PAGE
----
“The antiwar movement wanted to take advantage of the huge audience that seemed to be there for rock ’n’ roll, for psychedelic rock ’n’ roll, and wanted to see if there were people in that audience who wanted to protest the war also,” he recalls. So organizers of the march signed his band and others up to play at the main protest the next day in nearby Kezar Stadium, then the home of the 49ers.
‘They pulled the plug on us’
Instead, they used Joe and the band as electrified pied-pipers, playing from the back of a truck to draw the marchers down Market Street, through the city’s financial district and then to the stadium. Once the crowd of 75,000 was inside, the truck pulled outside, band still aboard, so speechifying by the likes of Julian Bond, Robert Scheer and Eldridge Cleaver could begin.
“We carried our equipment back in and demanded the right to play. We were told we could play two songs but they pulled the plug on us after one and then we went home,” Joe recalls. “… I don’t think it was ever their idea to have us play at the main part of that event.”
Joe was especially perturbed because his band was alone in those days in using music to send political messages. Their just-released album contained the caustic slam at LBJ titled “Superbird” and the “Feel Like I’m Fixin’ To Die Rag,” written in 1965, was hugely popular on the anti-war circuit. He remains fiercely proud of the tune – with its sarcastic refrain of “One, two three, what are we fightin’ for? Don’t ask me, I don’t give a damn! Next stop is Vietnam!” – and whatever effect it had on mobilizing sentiment against the war.
A 25-year-old Navy veteran in 1967, Joe saw Vietnam as a war chiefly to protect U.S. economic interests. He sees the Iraq War in the same light. Also, “It's very similar in that you have young people who are fighting a war that was supposed to be over pretty quick, and it's dragging on,” he says.
In “Support the Troops,” a new song protesting the Iraq War, Joe turns from sarcasm to anger, personally attacking the president who ordered U.S. troops there with lines like: “You chicken-hawk, draft-dodging son of a Bush.”
A thread in the Berkeley tapestry
The angry political rhetoric is a perfect coda for the drive back across the Bay Bridge to Berkeley, the veritable cradle of U.S. civil disobedience in modern times and especially vibrant in 1967, when Jerry Rubin and his followers were marching and stopping troop trains.
The center of the action then was Sproul Plaza on the UC-Berkeley campus. This is where Mario Savio delivered his fiery speeches in the Free Speech Movement in ’64. It was the flashpoint for the People’s Park riots of ’69. And to this day, it is the spot where generations of students and activists have set up their card tables to promote such causes as civil rights, ending apartheid and saving the whales.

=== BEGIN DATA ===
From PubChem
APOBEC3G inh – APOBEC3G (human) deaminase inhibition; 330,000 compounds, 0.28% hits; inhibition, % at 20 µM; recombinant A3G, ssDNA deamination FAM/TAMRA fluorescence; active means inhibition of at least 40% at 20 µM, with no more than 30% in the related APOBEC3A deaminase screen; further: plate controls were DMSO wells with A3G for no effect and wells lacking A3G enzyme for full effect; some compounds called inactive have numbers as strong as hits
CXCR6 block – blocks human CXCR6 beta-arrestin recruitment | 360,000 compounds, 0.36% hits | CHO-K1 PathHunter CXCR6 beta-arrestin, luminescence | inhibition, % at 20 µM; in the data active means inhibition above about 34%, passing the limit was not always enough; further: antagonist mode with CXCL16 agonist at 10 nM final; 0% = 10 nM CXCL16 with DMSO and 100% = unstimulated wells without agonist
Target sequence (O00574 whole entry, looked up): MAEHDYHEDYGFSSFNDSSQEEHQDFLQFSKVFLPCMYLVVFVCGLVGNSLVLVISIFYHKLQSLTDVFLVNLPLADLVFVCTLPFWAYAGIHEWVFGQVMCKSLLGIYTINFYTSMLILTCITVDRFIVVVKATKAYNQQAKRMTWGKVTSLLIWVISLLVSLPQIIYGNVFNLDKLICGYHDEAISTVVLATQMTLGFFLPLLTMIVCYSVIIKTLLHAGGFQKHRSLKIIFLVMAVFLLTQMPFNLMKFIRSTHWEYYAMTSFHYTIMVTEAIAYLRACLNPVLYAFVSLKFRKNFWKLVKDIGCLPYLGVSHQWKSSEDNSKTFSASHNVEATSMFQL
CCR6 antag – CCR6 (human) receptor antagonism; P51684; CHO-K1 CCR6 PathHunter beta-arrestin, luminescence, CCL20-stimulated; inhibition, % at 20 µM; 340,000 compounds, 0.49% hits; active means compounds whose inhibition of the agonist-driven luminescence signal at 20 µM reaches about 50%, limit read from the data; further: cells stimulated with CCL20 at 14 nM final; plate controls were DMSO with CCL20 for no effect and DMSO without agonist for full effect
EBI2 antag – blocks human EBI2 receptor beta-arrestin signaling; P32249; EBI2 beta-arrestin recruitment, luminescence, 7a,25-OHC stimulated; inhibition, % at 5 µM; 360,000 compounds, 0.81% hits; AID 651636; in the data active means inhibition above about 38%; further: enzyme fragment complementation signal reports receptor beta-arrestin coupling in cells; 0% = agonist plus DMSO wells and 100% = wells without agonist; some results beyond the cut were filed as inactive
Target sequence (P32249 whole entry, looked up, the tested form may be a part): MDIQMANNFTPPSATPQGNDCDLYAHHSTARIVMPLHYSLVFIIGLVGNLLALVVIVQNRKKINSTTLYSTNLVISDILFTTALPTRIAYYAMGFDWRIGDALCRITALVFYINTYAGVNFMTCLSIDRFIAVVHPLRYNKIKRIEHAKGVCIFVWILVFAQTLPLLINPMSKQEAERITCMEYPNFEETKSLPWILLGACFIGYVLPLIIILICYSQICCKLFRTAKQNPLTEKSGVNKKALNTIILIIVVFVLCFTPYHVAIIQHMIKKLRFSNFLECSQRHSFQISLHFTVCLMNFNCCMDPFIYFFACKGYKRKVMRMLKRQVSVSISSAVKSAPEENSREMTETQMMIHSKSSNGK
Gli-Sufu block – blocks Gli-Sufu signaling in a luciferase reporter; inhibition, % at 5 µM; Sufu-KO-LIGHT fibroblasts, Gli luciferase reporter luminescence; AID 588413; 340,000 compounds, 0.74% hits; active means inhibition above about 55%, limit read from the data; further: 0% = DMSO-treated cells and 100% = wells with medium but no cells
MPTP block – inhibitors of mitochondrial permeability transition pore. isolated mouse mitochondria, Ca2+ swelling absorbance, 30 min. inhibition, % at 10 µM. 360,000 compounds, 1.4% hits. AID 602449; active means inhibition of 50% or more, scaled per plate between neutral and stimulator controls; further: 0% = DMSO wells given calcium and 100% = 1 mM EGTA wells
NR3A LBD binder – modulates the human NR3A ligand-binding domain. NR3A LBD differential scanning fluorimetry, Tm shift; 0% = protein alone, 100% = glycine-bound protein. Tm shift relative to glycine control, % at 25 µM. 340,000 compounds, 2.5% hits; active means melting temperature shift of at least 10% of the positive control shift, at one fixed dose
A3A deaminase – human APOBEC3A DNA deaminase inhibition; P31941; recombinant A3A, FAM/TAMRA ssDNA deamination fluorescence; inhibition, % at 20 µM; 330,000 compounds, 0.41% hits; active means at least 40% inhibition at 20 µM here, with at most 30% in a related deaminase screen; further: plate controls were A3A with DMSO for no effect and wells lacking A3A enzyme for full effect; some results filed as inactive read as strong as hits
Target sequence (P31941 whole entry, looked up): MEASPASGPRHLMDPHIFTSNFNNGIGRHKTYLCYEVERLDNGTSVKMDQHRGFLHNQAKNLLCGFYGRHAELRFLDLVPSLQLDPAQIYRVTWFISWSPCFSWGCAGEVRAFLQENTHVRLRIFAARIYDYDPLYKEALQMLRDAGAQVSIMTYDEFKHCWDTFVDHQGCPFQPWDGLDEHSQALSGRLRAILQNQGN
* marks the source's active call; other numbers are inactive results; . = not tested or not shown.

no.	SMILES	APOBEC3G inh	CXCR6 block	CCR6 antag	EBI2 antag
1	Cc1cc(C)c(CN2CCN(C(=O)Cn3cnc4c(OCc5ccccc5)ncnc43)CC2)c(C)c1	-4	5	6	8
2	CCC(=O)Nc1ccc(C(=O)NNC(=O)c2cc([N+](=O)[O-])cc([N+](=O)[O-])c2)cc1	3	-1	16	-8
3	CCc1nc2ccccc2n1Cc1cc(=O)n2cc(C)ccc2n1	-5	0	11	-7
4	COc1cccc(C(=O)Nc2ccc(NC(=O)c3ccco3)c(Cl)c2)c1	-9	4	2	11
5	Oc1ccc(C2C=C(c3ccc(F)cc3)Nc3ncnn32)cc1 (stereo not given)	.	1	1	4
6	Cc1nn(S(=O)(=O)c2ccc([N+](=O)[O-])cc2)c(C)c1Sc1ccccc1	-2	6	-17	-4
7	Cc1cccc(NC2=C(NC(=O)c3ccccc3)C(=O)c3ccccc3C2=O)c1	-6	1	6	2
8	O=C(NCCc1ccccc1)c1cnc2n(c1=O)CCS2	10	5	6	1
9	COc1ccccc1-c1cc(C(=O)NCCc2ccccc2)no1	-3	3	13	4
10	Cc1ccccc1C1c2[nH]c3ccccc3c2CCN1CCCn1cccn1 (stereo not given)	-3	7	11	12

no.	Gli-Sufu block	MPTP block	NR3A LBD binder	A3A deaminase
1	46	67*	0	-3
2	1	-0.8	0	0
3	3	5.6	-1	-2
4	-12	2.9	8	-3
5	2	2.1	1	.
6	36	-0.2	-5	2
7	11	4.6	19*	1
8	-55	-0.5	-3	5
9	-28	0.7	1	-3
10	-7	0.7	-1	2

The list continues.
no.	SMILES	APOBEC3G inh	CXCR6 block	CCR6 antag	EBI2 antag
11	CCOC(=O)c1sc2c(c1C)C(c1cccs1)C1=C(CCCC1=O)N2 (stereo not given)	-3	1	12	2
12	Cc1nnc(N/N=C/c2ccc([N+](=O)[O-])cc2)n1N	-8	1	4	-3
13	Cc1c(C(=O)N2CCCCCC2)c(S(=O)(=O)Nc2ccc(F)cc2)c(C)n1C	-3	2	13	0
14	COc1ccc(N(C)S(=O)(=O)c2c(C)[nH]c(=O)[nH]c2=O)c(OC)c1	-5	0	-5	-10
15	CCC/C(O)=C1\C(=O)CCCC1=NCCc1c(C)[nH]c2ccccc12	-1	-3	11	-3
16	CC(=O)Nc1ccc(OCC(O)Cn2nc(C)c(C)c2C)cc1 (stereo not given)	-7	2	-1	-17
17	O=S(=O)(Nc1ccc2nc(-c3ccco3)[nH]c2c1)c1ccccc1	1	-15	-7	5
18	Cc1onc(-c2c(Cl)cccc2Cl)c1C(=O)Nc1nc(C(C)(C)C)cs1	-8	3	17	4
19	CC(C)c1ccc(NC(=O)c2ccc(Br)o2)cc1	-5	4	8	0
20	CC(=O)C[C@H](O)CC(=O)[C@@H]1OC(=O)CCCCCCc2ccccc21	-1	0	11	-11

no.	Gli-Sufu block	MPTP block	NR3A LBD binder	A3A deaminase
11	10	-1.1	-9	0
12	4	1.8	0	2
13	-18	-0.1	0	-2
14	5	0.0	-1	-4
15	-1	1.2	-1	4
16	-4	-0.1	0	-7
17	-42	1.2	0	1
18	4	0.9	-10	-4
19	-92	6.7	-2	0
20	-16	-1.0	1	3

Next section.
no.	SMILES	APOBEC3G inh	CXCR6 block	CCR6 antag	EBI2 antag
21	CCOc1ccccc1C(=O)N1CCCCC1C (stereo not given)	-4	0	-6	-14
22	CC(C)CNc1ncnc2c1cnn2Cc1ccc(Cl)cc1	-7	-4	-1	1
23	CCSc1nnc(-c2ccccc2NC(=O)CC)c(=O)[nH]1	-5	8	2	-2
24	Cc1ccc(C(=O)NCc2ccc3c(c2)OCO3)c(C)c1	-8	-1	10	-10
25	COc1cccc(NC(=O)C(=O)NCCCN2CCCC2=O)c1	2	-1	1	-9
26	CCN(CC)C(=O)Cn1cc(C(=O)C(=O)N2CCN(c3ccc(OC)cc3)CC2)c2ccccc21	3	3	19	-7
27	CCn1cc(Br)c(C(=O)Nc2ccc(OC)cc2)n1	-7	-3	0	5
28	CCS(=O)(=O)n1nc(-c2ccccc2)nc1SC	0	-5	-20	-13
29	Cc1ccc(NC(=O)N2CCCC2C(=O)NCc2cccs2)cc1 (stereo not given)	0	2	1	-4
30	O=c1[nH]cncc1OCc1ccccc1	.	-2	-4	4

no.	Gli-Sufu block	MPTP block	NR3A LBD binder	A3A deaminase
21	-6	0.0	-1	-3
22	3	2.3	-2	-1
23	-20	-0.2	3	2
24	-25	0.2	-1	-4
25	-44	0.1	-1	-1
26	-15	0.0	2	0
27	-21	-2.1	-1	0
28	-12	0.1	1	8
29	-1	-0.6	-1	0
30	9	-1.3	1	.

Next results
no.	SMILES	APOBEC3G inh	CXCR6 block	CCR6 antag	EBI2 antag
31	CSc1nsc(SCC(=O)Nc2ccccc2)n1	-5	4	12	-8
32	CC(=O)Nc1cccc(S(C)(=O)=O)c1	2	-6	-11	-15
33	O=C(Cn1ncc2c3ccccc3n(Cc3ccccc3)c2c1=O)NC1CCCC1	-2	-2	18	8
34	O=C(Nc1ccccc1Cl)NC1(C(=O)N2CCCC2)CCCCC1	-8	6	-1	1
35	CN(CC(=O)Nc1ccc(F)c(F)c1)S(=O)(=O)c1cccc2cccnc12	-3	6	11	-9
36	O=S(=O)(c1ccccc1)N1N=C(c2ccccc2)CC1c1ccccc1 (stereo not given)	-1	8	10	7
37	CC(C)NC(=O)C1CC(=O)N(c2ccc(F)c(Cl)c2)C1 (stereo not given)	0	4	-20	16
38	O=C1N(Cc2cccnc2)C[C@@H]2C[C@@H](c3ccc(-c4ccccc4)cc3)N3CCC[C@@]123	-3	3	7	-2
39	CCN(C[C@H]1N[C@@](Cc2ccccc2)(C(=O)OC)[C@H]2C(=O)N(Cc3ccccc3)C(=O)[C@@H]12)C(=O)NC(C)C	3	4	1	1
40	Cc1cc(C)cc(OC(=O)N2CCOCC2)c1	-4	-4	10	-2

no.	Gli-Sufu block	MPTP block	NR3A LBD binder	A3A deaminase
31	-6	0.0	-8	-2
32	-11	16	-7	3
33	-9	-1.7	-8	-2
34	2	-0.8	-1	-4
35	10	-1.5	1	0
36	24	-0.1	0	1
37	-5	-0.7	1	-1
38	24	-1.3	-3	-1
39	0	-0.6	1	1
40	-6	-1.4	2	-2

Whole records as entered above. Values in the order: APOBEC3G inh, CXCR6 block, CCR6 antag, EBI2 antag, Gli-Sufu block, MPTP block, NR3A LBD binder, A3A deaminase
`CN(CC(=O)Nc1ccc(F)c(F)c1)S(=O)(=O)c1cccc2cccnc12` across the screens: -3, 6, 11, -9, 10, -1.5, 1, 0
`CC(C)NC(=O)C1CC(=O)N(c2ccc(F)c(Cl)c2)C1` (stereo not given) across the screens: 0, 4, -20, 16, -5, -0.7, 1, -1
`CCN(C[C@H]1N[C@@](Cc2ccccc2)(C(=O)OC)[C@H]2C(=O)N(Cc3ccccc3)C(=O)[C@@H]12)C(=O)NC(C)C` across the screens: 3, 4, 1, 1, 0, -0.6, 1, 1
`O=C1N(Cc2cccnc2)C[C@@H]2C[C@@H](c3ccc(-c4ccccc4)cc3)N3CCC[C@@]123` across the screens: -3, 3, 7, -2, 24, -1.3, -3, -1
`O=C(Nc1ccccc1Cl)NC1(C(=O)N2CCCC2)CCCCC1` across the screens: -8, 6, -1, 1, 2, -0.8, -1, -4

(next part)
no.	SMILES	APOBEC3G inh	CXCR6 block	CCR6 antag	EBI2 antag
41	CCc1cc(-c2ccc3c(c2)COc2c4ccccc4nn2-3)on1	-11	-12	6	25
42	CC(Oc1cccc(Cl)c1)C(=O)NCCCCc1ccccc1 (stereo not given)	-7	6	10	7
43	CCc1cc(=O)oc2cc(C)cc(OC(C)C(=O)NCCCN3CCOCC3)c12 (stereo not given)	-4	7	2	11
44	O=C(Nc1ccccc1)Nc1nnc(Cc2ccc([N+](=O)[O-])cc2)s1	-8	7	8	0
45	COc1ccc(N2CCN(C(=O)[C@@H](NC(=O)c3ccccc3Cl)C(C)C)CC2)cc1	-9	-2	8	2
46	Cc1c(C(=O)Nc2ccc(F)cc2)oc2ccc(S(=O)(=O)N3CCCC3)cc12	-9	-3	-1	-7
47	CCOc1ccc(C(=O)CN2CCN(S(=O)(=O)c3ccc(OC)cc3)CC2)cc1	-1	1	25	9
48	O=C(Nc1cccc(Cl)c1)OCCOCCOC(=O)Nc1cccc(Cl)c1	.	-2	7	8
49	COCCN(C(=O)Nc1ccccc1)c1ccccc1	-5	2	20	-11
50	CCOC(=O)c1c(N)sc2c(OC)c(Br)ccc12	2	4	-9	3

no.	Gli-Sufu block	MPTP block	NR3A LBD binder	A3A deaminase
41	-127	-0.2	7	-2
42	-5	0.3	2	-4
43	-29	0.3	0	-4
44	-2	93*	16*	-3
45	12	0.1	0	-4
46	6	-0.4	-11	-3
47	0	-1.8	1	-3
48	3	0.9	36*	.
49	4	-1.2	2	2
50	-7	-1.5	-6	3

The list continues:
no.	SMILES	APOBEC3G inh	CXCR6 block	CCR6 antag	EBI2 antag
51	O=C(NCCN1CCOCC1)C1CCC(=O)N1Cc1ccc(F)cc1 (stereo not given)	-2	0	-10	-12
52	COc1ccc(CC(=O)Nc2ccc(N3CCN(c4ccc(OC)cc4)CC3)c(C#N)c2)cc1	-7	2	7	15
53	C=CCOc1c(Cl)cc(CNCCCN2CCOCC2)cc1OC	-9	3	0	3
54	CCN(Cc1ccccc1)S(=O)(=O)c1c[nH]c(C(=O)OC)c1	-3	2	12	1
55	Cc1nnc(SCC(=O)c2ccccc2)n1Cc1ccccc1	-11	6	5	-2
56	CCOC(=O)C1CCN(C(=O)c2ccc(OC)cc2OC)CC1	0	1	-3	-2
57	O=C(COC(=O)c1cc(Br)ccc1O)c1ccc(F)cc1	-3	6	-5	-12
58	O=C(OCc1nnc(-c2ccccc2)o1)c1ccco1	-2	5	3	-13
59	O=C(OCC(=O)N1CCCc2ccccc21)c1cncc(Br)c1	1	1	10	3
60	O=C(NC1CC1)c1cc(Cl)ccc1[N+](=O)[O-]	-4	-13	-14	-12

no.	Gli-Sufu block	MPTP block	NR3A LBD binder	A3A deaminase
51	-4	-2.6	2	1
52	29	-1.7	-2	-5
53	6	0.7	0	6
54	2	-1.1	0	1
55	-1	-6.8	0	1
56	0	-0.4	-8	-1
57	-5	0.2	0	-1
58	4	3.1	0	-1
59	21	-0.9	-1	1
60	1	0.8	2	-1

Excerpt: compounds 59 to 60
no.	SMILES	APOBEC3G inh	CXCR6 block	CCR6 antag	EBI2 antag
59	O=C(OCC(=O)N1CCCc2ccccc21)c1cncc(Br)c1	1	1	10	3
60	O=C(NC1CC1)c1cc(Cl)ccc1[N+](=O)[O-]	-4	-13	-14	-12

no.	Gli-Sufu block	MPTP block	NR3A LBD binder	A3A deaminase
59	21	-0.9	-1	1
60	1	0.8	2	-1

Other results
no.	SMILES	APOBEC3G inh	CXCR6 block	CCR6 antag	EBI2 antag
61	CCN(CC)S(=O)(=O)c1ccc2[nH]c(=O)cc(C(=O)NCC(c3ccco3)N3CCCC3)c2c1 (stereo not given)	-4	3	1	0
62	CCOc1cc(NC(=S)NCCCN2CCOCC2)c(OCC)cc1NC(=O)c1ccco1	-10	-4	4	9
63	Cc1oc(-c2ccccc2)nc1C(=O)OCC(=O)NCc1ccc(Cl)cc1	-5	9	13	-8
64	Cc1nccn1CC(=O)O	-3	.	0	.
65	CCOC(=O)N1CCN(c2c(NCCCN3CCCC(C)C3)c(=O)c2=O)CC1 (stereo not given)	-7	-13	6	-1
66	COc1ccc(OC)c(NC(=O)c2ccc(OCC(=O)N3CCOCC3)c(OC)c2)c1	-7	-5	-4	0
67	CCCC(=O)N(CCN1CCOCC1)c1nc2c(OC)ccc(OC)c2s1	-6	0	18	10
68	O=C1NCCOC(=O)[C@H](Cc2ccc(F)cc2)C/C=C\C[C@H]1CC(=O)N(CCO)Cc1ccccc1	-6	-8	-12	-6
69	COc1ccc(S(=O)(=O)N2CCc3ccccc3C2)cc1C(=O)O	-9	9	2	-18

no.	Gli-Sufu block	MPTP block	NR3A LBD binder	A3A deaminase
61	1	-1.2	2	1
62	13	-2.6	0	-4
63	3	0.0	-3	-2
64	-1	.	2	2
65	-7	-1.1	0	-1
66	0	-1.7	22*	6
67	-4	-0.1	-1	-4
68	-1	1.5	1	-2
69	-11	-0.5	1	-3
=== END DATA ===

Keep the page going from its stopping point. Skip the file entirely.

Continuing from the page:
The northern terminus of Berkeley’s storied Telegraph Avenue is a very special place to Joe, where he played some of his first public gigs as a fledgling folksinger, where he met Barry Melton, who became the lead guitarist for the Fish, and where Joe sometimes gave impromptu free concerts in the late ’70s. In 1967, the band played often at local venues like the Jabberwock coffeehouse, the Pauley Ballroom and the Finnish Brotherhood Hall.
“I've always found that I'm a part of this city, not like a star of the city, but a part of it, just another citizen,” Joe says. “There's quite a few unique citizens who've lived here a long, long time and I'm fortunate to be here and be one of them.”
Time has been good to Joe as well. The late afternoon sun has finally warmed the day, streaming over the Golden Gate to light the East Bay hills like a Thomas McGlynn painting as he takes in his hometown. At 65, his hair is graying and thinner and a few tiny ruptured vessels etch the surface of his face, but the eyes still have the same piercing gaze they had when he penned lyrics that implored generals and politicians to think about what the hell they were doing.
“My goal will never be achieved in my lifetime, of peace and love on the Planet Earth,” he says, “but I'll do my bit to further it as long as I can and when I'm gone, someone else will pick it up and that's the way it will go.
“It will be known that I contributed my part, as to the music and the culture of my generation, not just politically, although I added a political, social, moral element when there wasn't one.”